The Acadians – Arrive

How many people of your acquaintance can boast of being an Astronomer, Scientist, Author, General, Administrator, Governor, a Fellow of the Royal Society, a member of the Royal Swedish Academy of Sciences, discoverer of the element Platinum, have a meteorological term named after you, and get kicked out of the place where you were appointed Governor? Introducing Antonio de Ulloa, the first Spanish Governor of Louisiana.

Antonio de Ulloa
Antonio de Ulloa

At the end of the French and Indian War in 1763, which was part of the larger World War, known as the Seven Years War, the Treaty of Fontainebleau was signed and then later The Treaty of Paris, but the one we will deal with is Fontainebleau. The treaty ceded the French colonies in Louisiana to Spain. The Spanish government could think of no greater, more ultra talented man for the job of governor than their own rock star, Antonio Ulloa.  Antonio arrived in the Port of New Orleans on March 5, 1766. Louisiana was under a French interim government until the Spanish could get someone appointed and equipped for the job of governing the colonies. Well the equipping part was quite lax on their part as we will see a little later in our story. Ulloa had brought with him 75 soldiers, did not raise a Spanish Flag over the Place d’ Arms in New Orleans, and then, taken as an insult to the inhabitants of the city, he decided to reside outside of the city in La Balize. Close to a year later, a Schooner named Virgin, arrived in the Port of New Orleans bearing 211 Acadians from Baltimore Maryland, most of the passengers were the outcast, no good Catholics from Port Tobacco we talked about earlier. Among them, my ancestors, Joseph and Alexandre Landry. Governor Ulloa had decided that a good place to send these colonist was up the Bayou Manchac to the Mississippi River, where they established a fort call St.Gabriel, as a buffer to the British fort called Butte, just up the river approx 5 miles. Here the Acadians were given plots of land, the bare necessities to farm with and a weapon to hunt with. Of course like all good Catholics, one of their first missions was to build a church. But, while they were getting settled in and planning out their community, trouble was already brewing with the new Spanish way of things. Ulloa had announced that he was cracking down on Louisiana’s smuggling operations and he was closing the Mississippi river down to one channel, at the mouth, so that they could security check all vessels. Then to make matters worse for the French merchants, he strictly forbid any trading with the other French Colonies or with France. This was unacceptable to many of the French residents and resentments set in. Remember when i mentioned that Ulloa was really ill equipped to govern successfully? Well, the Commissary that was under the French rule, had to continue as Commissary under Ulloa’s rule as well, because Ulloa didn’t bring in any administrative personnel! The Attorney General was still the same Attorney General that was under the French. So, these two guys got together and started planning to oust old Ulloa out of Louisiana. They had already sent a prominent businessman to France to plead with King Louis to rescind the ceding and take Louisiana back. They got together with other like minded citizens and a plot was hatched which became, The Louisiana Rebellion of 1768. When we continue, the rebellion starts and St. Gabriel becomes a real place!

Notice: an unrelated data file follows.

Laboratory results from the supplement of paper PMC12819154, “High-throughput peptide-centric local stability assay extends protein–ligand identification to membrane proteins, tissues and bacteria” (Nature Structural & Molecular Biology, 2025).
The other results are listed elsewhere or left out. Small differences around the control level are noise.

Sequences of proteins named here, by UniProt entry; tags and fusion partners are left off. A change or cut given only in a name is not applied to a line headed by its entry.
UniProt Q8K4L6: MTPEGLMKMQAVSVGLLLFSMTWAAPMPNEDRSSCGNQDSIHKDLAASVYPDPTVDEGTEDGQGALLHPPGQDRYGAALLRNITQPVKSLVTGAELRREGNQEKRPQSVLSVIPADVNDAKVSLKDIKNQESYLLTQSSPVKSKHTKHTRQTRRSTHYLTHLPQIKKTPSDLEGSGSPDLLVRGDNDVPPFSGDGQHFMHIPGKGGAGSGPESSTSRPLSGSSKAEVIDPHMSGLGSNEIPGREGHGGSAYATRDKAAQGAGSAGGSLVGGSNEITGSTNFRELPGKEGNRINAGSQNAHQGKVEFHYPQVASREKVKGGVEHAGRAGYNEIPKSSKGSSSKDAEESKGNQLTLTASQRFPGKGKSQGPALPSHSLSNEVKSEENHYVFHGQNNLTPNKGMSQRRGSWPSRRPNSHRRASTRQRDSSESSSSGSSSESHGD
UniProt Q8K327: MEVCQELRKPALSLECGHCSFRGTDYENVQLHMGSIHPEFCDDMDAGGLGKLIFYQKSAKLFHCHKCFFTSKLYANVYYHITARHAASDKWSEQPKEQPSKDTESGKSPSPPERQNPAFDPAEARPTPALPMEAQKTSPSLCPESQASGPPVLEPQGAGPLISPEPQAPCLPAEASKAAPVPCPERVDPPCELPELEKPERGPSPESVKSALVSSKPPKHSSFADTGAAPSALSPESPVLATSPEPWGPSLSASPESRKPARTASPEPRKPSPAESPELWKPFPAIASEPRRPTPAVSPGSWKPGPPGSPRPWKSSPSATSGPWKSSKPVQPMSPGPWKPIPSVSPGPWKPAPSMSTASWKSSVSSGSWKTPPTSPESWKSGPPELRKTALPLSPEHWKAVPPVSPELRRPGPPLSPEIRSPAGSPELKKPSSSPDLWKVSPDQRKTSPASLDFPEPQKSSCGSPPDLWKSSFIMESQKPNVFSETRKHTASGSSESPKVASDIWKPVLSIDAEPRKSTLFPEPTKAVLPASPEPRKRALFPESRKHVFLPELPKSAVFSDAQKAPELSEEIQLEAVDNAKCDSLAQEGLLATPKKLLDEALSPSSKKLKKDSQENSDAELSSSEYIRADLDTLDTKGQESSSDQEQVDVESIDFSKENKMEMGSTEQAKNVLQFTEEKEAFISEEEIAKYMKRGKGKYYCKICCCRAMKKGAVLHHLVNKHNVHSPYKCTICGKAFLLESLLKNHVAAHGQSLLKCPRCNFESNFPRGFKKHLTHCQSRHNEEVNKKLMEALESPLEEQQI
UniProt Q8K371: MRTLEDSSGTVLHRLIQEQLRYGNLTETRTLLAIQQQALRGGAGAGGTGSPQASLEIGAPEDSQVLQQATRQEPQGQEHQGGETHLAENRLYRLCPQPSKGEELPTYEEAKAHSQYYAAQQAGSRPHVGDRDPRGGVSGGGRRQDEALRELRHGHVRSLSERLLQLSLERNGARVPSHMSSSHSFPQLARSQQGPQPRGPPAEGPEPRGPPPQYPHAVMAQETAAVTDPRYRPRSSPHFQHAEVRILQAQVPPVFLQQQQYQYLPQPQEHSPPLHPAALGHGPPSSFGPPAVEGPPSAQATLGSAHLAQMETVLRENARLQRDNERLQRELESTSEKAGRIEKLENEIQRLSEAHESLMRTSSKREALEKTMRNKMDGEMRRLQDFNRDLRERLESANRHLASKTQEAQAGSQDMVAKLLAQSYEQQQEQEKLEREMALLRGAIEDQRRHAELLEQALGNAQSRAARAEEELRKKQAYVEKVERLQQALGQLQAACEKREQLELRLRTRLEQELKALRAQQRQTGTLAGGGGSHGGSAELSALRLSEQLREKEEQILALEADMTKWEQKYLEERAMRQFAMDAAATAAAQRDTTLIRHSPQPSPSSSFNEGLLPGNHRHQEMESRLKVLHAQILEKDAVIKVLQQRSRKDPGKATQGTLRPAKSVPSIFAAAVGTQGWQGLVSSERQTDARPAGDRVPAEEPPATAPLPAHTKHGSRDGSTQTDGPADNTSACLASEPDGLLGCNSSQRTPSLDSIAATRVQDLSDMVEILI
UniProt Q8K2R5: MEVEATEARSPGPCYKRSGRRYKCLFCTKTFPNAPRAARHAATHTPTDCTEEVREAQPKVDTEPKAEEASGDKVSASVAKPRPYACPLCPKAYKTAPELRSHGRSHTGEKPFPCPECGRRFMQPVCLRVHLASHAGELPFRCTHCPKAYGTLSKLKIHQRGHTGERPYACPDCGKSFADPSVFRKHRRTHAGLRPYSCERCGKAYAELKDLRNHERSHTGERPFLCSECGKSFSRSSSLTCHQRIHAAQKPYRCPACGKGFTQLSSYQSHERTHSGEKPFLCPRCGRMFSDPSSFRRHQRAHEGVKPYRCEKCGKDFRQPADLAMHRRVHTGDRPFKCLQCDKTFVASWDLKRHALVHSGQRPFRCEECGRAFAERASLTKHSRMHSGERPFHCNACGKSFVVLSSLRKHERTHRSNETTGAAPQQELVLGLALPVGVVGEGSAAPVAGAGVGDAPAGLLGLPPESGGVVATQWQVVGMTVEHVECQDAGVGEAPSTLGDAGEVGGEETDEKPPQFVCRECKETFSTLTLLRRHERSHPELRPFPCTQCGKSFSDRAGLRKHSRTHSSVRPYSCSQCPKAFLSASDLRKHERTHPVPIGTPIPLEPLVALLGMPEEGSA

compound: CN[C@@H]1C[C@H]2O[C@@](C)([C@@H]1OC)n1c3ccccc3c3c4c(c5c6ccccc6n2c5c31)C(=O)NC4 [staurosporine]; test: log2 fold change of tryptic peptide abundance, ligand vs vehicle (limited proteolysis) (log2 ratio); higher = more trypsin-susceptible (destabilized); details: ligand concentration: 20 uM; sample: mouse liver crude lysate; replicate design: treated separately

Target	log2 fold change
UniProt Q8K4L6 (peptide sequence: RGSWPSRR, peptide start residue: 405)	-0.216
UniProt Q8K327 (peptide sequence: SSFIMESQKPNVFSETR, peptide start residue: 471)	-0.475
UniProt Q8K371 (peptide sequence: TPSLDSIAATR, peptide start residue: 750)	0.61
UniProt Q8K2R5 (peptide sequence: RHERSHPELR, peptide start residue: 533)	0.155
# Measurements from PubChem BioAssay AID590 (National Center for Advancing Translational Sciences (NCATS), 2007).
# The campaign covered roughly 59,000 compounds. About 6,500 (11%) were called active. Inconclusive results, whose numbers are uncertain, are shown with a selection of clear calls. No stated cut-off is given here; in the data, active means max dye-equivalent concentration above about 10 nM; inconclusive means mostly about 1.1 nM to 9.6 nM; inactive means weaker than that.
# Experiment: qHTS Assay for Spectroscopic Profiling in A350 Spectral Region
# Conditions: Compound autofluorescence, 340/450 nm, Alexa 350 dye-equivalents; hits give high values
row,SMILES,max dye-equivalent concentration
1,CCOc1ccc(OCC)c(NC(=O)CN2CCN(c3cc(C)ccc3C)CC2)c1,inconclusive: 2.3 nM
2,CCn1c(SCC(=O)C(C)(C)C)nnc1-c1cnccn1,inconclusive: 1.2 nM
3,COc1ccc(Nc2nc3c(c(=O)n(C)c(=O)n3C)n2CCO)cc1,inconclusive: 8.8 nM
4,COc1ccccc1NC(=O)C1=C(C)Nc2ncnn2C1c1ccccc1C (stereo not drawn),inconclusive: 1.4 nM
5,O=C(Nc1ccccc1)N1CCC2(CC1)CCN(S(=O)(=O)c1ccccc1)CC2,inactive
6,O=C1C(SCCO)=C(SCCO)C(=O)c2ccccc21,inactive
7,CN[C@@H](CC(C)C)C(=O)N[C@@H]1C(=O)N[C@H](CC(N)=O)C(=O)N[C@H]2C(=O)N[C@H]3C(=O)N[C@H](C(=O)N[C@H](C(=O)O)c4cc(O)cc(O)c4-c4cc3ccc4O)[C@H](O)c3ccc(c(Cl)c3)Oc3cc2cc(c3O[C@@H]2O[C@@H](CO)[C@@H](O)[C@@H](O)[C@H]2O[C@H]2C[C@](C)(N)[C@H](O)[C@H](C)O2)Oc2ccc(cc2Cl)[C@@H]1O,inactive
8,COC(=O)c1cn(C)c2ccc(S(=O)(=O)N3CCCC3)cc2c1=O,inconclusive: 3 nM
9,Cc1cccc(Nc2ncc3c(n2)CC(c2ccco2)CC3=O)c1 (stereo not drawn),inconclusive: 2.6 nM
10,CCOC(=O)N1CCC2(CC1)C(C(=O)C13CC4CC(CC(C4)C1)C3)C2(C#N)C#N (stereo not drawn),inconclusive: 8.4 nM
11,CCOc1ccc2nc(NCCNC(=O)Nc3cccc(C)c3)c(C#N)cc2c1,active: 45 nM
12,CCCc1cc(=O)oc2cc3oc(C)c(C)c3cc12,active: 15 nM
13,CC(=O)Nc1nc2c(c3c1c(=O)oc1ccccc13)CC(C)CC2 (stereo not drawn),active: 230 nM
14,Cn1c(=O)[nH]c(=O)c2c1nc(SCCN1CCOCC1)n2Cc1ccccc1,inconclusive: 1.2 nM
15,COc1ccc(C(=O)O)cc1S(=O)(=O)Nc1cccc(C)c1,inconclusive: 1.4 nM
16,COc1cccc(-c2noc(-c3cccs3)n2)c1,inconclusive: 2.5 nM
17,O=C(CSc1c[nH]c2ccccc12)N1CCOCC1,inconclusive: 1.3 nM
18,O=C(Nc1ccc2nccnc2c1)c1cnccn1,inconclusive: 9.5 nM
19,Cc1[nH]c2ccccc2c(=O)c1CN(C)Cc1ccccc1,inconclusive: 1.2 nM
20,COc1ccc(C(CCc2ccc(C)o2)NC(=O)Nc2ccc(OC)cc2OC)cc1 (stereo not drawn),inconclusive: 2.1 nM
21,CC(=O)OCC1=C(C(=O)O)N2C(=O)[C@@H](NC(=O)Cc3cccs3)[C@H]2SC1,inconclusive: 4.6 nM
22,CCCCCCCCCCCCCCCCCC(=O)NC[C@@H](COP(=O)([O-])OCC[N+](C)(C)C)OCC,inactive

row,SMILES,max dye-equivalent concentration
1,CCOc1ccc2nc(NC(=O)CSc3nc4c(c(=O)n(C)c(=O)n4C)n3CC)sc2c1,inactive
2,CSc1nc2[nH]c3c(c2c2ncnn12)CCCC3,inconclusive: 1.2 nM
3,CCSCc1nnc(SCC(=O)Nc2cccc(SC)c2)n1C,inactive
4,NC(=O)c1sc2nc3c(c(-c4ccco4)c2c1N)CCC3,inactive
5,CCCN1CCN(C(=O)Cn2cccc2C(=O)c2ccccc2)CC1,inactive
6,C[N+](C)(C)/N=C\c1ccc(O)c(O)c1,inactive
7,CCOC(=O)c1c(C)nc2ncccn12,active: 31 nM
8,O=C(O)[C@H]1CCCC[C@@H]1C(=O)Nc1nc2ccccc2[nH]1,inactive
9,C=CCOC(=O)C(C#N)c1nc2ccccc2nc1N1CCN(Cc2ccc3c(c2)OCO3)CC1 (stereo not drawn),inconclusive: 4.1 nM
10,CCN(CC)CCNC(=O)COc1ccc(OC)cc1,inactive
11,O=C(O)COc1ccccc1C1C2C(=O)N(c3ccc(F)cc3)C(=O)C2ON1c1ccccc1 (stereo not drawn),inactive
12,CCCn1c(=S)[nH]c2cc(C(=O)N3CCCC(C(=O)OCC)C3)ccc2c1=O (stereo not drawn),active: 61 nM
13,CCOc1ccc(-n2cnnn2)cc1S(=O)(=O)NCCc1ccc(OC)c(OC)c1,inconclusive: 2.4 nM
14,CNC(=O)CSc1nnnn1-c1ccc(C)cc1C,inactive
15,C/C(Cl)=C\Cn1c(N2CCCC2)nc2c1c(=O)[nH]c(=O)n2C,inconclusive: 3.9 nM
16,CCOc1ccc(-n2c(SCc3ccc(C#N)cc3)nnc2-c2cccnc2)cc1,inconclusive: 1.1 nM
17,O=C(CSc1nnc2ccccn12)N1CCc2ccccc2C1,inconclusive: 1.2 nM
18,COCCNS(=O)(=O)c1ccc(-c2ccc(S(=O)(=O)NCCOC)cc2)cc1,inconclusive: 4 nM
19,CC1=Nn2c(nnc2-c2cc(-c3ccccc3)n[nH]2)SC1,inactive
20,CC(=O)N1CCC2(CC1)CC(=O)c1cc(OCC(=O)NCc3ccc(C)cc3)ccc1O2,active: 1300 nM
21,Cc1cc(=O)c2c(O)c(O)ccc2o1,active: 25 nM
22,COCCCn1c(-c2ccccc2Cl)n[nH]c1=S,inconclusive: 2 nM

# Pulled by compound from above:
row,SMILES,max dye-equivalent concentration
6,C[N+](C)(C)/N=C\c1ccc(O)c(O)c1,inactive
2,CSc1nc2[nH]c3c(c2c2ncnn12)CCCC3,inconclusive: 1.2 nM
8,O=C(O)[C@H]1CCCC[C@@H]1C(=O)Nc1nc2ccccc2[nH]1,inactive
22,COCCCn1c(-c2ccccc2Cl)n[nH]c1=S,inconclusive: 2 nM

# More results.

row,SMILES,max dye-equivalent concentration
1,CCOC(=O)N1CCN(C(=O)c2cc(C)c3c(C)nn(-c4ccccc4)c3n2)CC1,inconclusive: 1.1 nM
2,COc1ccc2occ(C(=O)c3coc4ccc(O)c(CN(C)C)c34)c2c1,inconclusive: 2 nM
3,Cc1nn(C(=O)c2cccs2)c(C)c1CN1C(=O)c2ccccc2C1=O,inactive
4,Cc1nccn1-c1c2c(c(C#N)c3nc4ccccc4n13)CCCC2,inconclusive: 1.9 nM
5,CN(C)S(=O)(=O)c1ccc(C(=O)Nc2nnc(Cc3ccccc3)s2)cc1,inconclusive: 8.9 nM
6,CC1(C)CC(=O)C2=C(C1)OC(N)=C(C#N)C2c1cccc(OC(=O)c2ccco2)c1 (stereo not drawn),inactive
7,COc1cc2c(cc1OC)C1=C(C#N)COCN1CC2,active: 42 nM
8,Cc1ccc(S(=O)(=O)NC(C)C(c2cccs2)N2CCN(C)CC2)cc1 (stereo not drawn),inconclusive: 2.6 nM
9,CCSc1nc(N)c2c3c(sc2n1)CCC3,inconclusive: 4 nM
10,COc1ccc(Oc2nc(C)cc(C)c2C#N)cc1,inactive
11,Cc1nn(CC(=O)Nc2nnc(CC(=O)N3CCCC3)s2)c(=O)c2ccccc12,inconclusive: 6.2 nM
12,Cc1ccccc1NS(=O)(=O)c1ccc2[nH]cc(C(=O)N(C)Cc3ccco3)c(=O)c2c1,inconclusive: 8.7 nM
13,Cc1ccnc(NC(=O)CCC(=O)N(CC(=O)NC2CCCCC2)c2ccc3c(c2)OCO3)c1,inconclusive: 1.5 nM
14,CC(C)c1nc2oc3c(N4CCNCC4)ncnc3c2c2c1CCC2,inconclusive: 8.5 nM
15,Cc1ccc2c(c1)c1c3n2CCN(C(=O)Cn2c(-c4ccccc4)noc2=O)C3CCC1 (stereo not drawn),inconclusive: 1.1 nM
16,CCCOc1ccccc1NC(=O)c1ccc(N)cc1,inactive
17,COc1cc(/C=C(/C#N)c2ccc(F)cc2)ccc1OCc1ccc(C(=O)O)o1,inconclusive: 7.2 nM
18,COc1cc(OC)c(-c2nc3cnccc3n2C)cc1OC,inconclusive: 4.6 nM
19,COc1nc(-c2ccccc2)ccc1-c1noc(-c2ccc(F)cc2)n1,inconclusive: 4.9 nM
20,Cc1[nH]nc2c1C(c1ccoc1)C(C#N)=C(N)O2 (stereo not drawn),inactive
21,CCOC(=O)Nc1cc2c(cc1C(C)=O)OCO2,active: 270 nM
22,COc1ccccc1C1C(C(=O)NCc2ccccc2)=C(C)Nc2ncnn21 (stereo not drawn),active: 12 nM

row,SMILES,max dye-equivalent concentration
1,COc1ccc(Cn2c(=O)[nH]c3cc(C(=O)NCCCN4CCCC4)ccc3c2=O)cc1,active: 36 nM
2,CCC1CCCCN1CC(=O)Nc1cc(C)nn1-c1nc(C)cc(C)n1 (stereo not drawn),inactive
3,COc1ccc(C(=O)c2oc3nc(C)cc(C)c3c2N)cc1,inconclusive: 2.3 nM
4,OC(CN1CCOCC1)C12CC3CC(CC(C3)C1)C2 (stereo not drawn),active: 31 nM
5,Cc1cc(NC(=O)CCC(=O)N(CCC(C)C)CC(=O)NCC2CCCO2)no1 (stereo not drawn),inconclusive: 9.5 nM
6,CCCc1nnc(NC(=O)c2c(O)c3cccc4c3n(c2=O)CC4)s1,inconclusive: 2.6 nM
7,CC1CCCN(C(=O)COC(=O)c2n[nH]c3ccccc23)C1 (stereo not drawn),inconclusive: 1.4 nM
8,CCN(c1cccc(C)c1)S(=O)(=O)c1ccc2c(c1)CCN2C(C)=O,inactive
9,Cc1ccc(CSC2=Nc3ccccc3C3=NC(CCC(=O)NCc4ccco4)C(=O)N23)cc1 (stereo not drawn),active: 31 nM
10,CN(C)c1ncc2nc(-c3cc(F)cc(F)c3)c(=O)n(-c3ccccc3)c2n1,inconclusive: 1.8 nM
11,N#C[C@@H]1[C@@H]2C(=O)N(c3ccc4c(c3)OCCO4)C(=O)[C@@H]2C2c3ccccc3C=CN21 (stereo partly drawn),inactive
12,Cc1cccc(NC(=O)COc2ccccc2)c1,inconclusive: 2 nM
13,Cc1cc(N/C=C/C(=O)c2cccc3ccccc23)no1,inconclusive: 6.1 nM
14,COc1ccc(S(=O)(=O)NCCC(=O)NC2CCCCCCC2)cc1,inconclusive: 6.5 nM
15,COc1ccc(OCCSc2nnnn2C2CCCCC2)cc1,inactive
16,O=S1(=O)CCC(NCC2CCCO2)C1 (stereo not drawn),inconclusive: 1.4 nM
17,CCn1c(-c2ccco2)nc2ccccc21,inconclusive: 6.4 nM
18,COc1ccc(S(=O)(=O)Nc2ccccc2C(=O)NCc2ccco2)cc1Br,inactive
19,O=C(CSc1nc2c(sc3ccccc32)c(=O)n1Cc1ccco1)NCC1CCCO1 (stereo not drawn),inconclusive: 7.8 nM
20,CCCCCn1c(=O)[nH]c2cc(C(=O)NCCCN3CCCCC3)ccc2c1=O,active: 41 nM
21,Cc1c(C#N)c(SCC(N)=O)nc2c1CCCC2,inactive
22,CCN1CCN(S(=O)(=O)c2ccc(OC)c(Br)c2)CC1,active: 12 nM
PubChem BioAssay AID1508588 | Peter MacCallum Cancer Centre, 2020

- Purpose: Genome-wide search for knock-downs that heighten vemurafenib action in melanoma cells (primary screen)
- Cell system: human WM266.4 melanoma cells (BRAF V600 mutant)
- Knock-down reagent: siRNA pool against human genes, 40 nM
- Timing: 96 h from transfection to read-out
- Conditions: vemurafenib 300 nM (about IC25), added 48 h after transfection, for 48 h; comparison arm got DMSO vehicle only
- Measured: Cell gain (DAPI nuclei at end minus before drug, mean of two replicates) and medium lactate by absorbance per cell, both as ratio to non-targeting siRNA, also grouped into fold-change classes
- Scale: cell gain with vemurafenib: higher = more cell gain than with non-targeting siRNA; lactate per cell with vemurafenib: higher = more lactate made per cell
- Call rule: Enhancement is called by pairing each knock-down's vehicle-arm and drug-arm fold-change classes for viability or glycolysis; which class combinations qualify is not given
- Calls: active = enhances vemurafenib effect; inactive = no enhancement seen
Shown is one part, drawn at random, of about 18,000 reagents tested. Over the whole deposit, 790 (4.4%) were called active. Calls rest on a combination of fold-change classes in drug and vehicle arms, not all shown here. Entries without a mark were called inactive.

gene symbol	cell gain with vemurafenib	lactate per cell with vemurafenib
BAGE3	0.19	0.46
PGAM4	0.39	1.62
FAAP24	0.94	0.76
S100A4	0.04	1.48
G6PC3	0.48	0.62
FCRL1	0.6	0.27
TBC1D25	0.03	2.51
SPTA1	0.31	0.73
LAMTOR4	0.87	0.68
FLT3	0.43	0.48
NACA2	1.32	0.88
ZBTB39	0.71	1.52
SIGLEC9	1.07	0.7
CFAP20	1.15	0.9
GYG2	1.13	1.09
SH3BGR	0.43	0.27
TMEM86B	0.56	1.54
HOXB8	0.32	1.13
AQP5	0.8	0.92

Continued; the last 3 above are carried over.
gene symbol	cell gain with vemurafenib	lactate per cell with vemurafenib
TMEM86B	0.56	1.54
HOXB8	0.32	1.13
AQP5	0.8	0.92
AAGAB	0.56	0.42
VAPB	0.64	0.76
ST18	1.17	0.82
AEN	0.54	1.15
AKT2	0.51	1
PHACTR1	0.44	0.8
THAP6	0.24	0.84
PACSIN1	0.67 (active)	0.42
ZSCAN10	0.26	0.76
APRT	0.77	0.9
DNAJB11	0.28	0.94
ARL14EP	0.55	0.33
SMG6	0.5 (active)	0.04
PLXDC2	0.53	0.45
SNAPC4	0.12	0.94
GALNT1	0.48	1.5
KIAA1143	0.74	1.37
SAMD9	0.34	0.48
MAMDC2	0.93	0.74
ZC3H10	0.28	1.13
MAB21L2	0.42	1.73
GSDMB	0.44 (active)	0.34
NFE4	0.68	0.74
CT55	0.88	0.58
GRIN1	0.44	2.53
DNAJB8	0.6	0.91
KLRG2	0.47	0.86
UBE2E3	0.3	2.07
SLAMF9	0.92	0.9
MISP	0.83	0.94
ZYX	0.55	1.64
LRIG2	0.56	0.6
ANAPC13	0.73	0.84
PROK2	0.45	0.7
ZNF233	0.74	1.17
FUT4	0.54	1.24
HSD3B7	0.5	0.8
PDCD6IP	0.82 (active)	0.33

The Acadians

When we left our last post, the Lemoyne brothers had firmly established settlements along the gulf coast, in modern day Alabama, Mississippi and Louisiana. The chief among these, the great Port of New Orleans. During the years following the establishment of these forts and villages, our friend Jean Baptiste Lemoyne had been Governor for a combined 30 years. With the growing of these colonies came a great trading business. The Port of New Orleans was a growing busy port and was becoming the envy of the British, who was coveting it more and more. The British started a campaign of capturing, looting and scuttling French merchant ships coming to and from the Port and everywhere else they could find enemy ships for that matter. Once the French and Indian War had begun, of course this practice escalated in the North American theater. At the time of the war’s beginning, the French presence on the North American continent was approximately 60 thousand. By this time the French had developed colonies in the Ohio River valley, building forts along the rivers, the Mississippi and the Ohio. The fort they built at the convergence of the Allegheny and the Monongahela rivers in present day downtown Pittsburgh, Pa, would become a very pivotal asset and be forever a part of American History. A new star would come on to the stage at the fort they named Duquesne. The British colonies, by 1754, were vibrant and wealthy with a population of around 2 million. So, the fantastically outnumbered French colonist had to befriend and enlist as many of the native tribes as possible, thus the English dubbed it the French and Indian war. At the end of the war, the subsequent Peace Treaty was signed and the French agreed, to cede it’s Louisiana colonies to Spain. I must say at this point that, the French and Indian War, was a part of the larger, almost World War, called the Seven Years War and included more than just the fledgling colonies in America. Meanwhile in Acadie, present day Nova Scotia, French colonists, who had been settled there since the early 1600’s, were being systematically deported from their homeland. Though there were many battles between the French and British over the lush and fertile lands of Acadie, by 1755, the British had a stranglehold on the settlements there, and finally decided that the dirty rotten, non-oath taking Catholic scourge should be once and for all dealt with and that they should be permanently removed from the coveted lands. They lured the French inhabitants into local churches and meeting places in Port Royal and Pisiquit, under the guise of a “meeting to discuss political and social issues”. When the Acadians arrived, they were read a proclamation stating that all of their properties and permanent structures were now possessions of the British Monarchy and that they would be deported from these lands immediately. They were put on ships and sent to wherever the British could think of at the moment. Some were sent to France, some to the Canadian Provinces, some to Britain, and like my ancestors, strewn along the Atlantic coast in the thirteen colonies, where they were hated the most. My people, namely Joseph and Alexandre Landry, landed at Port Tobacco, Maryland. There they stayed, listed as prisoners of war, on the original manifests. Alexandre was only 2 years old. Like previously stated, the Acadians were hated in the colonies, due to the hatred of the French among the British, the many skirmishes they had with Acadians in the past, but also more intense, the hatred of Catholics, in the mostly Protestant population. A lot of the Acadians were put into concentration camps, they were forced into slave labor and were basically starved to death in many cases. The local governments would not let the sympathetic, but very small population of English Catholics to help, they were strictly forbidden. So, when the call for colonists came forth from Spain, you can bet, every Acadian who could make the trip signed up. The Spanish, who had taken over the French colonies in Louisiana, were looking for colonists to help them colonize, but more importantly, keep control of the Mississippi river and New Orleans. And who hated the British more than the Spanish? That’s right! The Acadians! And, the Spanish were Catholics!! A marriage made in heaven. So the journey to Louisiana for a lot of Acadians started there and then, along with my own ancestors, Joseph and baby Alexandre. We’ll pick up on their arrival to Louisiana in our next post. Vive la Louisiana!